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  • Posted by: Paola Norambuena on Wednesday, June 18 2014 04:20 PM | Comments (0)

    Amazon Fire Phone

    It started with Kindle, a metaphor that the e-reader’s namers felt stood for “reading and intellectual excitement.” For many, however, that association was lost behind images of books as kindling or book burnings. Comparatively, its later competitor from Barnes and Noble, the Nook, captured that lovely feeling of curling up with a great book.

    But, over six years and many devices later, the name Kindle has become synonymous with e-readers and spawned a nomenclature we now recognize, use, and trust from Amazon: Kindle, Kindle Fire, FireTV.

    It proves that naming is a fascinating art—you can find negative associations for almost any name, associations that brands like Amazon can easily overcome (much like Apple swiftly recovered from all the feminine hygiene product jokes at the launch of the iPad) because a great name can’t fix a bad product, but a great product can fix a bad name.

    And so, today we see the launch of Amazon’s newest device, and its first smartphone: the Fire Phone. Not deviating far from its device naming strategy, the Fire features Firefly technology, a handy little way for Amazon to turn your new phone into what’s essentially a mobile retail device.

    It’s hard to imagine a phone named Fire if we had not lived and loved Kindle—and Amazon—for so many years (once many of us got past what it meant for the feel and smell of now-old-fashioned paper books). The more we related to, used, and received from the device and its associated services, the more the real meaning of the word slipped away and only the experience settled in our minds.

    So, are we ready for a Fire phone with Firefly? From a naming perspective, it seems so—we gave Amazon that permission a while ago. What really remains to be seen is how great the device really is, and how Amazon will fare in a market where others, including Facebook, have failed. If it’s intended to compete with the lifestyle aspects of Apple and Samsung, there may be a way to go. But if it’s simply another seamless way to connect us with Amazon’s core services, then snap and shop away.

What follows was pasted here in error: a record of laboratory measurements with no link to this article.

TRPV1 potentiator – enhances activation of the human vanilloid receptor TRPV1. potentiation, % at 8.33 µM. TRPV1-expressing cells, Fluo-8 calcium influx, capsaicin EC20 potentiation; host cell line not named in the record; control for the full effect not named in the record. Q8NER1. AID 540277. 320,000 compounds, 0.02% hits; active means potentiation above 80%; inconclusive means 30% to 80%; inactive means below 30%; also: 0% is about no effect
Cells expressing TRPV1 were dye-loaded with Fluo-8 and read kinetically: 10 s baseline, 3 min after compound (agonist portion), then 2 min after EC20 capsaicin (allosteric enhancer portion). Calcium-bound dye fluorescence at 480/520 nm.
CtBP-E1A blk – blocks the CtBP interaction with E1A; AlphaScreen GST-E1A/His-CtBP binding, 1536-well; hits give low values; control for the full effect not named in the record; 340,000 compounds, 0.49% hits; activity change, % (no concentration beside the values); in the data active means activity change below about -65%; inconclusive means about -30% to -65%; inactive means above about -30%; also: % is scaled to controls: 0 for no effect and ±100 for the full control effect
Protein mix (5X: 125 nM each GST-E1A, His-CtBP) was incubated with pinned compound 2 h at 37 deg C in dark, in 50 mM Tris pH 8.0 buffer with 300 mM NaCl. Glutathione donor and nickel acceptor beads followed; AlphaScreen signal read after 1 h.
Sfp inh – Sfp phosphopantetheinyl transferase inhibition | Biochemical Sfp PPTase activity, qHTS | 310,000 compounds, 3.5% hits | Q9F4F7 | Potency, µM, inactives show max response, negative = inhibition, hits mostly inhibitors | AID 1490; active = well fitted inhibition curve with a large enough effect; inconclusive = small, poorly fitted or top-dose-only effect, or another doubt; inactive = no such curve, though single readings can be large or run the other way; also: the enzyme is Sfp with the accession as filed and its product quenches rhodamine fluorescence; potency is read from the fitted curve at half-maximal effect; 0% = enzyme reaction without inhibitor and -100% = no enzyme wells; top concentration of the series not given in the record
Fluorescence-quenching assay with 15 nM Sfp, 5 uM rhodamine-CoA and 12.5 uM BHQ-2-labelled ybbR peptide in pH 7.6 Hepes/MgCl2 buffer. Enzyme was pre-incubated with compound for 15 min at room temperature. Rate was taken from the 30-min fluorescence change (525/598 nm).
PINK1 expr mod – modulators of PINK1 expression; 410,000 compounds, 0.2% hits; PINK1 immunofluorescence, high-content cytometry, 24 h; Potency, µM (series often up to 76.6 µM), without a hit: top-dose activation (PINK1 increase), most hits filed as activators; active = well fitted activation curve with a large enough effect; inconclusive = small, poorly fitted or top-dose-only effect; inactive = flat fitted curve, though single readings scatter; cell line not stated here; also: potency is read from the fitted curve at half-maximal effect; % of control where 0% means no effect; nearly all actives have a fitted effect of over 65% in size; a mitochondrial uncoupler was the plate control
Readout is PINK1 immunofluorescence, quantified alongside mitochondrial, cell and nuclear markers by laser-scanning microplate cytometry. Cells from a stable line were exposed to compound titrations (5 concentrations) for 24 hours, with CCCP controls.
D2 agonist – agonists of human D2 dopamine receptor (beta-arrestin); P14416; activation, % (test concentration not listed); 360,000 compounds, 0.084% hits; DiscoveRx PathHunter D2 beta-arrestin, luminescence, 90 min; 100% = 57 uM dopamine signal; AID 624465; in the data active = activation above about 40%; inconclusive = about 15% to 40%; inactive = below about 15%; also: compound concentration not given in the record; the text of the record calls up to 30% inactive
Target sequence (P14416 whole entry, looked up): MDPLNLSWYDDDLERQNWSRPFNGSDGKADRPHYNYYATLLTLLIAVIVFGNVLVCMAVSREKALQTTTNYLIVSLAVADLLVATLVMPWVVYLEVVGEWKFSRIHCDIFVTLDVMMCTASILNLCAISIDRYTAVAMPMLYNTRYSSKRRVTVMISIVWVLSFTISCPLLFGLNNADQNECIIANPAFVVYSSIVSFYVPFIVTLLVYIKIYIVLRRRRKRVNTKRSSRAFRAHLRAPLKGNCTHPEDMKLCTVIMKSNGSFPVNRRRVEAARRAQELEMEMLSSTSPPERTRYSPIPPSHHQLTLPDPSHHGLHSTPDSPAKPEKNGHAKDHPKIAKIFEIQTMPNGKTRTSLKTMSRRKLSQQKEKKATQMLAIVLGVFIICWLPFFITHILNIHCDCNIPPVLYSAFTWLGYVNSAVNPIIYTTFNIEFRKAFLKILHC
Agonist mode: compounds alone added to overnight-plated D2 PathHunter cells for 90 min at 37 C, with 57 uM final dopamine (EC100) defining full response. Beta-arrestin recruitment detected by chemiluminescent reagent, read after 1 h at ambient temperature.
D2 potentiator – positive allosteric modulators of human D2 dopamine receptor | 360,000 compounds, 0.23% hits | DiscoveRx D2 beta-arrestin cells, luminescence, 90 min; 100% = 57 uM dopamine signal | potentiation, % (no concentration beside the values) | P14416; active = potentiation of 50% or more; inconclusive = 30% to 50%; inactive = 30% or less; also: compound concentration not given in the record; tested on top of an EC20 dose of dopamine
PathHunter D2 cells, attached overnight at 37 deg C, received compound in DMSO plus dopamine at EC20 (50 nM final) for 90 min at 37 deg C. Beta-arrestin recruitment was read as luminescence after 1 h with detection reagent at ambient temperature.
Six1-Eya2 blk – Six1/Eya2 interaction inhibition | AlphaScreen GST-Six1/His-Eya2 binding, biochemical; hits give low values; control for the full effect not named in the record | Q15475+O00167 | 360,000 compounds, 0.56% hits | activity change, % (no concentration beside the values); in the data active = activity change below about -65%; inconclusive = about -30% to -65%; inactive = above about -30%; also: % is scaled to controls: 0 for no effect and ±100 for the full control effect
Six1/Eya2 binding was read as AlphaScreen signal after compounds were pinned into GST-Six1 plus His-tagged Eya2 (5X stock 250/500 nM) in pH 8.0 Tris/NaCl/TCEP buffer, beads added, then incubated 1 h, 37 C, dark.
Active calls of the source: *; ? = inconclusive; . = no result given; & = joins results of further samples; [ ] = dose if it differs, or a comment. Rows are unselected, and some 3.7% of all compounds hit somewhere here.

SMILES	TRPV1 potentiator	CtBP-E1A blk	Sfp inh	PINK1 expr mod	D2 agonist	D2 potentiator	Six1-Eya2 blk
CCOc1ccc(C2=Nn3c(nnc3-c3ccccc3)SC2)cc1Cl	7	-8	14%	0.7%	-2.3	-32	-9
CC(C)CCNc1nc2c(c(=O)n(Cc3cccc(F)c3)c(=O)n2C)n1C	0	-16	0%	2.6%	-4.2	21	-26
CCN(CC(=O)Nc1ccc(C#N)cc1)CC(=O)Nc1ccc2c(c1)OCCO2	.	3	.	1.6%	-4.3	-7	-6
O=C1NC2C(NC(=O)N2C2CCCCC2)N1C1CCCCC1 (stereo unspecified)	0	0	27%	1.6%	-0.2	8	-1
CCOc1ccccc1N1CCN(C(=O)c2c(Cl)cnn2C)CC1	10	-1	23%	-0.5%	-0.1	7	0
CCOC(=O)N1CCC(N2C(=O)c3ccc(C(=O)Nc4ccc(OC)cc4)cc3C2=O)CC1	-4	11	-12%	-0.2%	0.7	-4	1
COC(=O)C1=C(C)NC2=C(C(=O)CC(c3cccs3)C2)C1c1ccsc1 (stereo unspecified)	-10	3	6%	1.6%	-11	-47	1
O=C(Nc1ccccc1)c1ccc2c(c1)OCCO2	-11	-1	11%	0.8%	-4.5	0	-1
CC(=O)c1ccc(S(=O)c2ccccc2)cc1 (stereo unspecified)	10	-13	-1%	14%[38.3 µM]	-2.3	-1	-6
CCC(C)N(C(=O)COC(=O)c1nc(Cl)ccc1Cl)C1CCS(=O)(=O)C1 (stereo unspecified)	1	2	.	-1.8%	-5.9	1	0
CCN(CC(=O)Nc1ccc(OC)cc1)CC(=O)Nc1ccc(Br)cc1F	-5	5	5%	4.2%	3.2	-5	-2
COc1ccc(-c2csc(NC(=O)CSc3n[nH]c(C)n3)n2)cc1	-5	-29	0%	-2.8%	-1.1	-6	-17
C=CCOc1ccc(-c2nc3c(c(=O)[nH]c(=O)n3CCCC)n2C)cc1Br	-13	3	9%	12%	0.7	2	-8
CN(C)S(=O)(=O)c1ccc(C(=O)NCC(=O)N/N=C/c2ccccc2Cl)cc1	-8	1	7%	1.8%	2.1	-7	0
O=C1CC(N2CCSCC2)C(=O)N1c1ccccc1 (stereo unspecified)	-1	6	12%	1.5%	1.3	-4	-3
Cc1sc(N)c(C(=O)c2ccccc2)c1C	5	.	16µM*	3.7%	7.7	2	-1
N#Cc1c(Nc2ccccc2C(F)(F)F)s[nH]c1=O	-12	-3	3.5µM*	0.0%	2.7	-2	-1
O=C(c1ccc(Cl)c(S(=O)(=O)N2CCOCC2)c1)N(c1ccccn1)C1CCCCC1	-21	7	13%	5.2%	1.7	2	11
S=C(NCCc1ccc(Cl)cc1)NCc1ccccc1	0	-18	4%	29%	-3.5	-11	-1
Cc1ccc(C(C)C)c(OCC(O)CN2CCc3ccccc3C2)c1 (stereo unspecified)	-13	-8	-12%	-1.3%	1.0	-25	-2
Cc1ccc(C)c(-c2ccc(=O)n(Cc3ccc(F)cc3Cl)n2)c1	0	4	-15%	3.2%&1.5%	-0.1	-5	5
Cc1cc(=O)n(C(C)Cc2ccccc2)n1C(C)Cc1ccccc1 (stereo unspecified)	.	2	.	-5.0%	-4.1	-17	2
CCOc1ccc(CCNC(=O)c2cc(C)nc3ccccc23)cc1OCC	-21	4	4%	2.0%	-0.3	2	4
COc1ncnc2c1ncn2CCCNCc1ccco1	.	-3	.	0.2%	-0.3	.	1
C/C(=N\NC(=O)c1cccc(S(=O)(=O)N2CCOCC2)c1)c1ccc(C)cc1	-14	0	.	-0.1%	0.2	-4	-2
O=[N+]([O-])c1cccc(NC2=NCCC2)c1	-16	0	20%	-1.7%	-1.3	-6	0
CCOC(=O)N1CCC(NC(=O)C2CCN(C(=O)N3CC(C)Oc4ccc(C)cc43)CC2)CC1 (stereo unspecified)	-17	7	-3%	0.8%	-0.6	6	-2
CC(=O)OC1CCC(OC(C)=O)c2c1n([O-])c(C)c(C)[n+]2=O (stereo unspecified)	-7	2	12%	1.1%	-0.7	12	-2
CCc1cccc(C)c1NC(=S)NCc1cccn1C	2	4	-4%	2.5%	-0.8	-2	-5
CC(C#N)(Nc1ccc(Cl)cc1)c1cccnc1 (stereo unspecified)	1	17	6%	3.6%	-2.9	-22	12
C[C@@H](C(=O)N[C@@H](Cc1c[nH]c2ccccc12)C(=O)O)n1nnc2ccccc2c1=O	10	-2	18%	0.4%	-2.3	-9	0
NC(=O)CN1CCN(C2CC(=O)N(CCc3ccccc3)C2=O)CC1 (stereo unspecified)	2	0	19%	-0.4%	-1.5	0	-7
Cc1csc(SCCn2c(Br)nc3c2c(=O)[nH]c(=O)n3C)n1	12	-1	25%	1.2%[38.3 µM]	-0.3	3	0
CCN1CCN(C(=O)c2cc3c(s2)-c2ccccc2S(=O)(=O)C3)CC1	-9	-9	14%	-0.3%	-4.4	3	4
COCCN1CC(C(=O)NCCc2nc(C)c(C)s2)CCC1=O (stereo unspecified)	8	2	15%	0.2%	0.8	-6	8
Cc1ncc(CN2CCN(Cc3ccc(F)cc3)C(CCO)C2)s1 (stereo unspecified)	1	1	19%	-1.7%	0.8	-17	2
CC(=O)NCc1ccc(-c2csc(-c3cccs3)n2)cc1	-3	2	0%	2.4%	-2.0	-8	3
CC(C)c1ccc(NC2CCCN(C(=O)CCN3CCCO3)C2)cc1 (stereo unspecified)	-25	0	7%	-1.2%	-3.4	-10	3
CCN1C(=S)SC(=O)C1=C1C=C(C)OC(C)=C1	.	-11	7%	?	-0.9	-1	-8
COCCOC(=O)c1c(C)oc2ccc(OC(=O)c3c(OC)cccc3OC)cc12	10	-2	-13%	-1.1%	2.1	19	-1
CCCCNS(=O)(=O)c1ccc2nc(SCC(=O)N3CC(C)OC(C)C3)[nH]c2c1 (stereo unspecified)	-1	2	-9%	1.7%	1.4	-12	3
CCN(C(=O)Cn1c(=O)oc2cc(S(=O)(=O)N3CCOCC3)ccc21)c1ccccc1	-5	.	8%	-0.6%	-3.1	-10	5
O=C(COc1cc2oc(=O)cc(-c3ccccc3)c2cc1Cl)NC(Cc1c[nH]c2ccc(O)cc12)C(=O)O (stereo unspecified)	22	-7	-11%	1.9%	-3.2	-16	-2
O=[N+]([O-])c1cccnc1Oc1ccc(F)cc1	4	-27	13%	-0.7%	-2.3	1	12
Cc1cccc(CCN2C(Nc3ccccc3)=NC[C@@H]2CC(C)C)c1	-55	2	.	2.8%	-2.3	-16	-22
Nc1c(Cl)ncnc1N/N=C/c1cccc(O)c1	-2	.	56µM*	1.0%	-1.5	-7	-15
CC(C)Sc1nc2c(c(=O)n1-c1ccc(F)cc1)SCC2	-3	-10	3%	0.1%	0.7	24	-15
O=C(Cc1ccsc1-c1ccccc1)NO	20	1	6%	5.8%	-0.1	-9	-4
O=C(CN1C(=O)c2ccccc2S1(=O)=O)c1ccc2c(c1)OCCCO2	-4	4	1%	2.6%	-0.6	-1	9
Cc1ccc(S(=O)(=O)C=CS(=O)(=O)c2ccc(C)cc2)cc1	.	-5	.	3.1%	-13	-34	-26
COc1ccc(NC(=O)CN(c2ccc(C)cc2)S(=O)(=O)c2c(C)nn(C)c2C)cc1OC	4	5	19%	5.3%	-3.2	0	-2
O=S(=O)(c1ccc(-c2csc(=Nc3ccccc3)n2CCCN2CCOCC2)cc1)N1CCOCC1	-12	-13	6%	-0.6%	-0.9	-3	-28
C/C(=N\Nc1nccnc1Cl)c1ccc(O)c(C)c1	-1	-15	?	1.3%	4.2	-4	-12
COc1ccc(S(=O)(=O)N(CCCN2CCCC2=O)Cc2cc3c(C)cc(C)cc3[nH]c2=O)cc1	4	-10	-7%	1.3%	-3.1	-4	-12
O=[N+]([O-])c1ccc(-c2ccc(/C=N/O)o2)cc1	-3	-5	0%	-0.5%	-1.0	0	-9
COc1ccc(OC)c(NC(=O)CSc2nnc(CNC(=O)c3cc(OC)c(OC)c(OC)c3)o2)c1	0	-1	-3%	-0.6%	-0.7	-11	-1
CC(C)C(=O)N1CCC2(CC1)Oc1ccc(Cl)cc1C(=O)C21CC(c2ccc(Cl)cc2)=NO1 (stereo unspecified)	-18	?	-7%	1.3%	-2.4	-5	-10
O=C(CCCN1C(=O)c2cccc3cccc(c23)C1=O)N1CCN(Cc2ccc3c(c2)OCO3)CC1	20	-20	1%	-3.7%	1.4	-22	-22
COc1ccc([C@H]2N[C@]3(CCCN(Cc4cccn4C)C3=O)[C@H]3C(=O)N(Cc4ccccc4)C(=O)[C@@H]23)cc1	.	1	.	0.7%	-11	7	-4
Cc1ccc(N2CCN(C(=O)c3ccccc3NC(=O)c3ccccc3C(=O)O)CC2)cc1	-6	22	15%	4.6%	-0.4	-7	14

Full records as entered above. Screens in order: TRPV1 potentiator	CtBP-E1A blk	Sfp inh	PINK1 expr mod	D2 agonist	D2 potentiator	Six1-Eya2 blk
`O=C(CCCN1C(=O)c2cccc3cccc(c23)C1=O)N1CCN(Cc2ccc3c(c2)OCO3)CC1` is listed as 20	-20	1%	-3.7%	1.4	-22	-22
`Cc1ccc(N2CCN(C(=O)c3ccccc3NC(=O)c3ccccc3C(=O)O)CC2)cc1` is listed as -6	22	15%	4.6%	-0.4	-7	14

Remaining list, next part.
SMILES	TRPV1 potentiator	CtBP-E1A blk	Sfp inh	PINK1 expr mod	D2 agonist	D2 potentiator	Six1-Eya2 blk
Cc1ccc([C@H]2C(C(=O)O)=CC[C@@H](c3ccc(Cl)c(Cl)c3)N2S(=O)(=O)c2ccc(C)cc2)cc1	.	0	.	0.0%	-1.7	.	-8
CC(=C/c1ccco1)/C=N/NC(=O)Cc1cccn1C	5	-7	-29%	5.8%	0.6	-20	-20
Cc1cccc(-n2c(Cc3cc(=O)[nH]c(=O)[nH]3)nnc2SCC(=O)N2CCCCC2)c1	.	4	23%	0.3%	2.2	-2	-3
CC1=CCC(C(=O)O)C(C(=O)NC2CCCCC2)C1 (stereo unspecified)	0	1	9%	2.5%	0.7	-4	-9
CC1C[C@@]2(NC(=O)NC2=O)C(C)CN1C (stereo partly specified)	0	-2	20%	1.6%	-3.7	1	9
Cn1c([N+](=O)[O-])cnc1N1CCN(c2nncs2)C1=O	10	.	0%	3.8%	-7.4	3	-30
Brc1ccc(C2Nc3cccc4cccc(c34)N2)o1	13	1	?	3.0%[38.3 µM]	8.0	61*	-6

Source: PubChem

—Paola Norambuena is Executive Director of Verbal Identity, North America. Follow her on Twitter: @panoram

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  • Posted by: Eden White on Friday, May 9 2014 12:29 PM | Comments (0)

    HP Helion logo

    This week, the Hewlett Packard Company launched its broad cloud computing initiative under the new name, HP Helion. The company has pledged $1 billion over the next two years to deliver new open source products and platforms that will incorporate existing HP cloud offerings, new OpenStack technology-based products, and professional support services—under one unified portfolio. 

    Interbrand and HP have partnered together for over two years, working on projects that span from naming to portfolio architecture and design. Since HP was making a strategic bet on an offering in a crowded space, they needed to launch it with a name that would catapult them into the spotlight and position them to lead the category. Working together, Interbrand and HP determined the optimal approach and a name that would have impact. 

    Across the category, “the cloud” is a nebulous, complex offering that can seem cryptic to those outside the tech world—and the frequent use of the word “cloud” in relation to this technology only adds to the confusion. HP, taking a different approach, opted to create an ownable name that would tell a story for the future. Considering the competitors in the category, from the more abstract Windows Azure to the functional and descriptive Amazon Web Services, HP faced an opportunity to differentiate by creating a name that communicates its value in a unique way.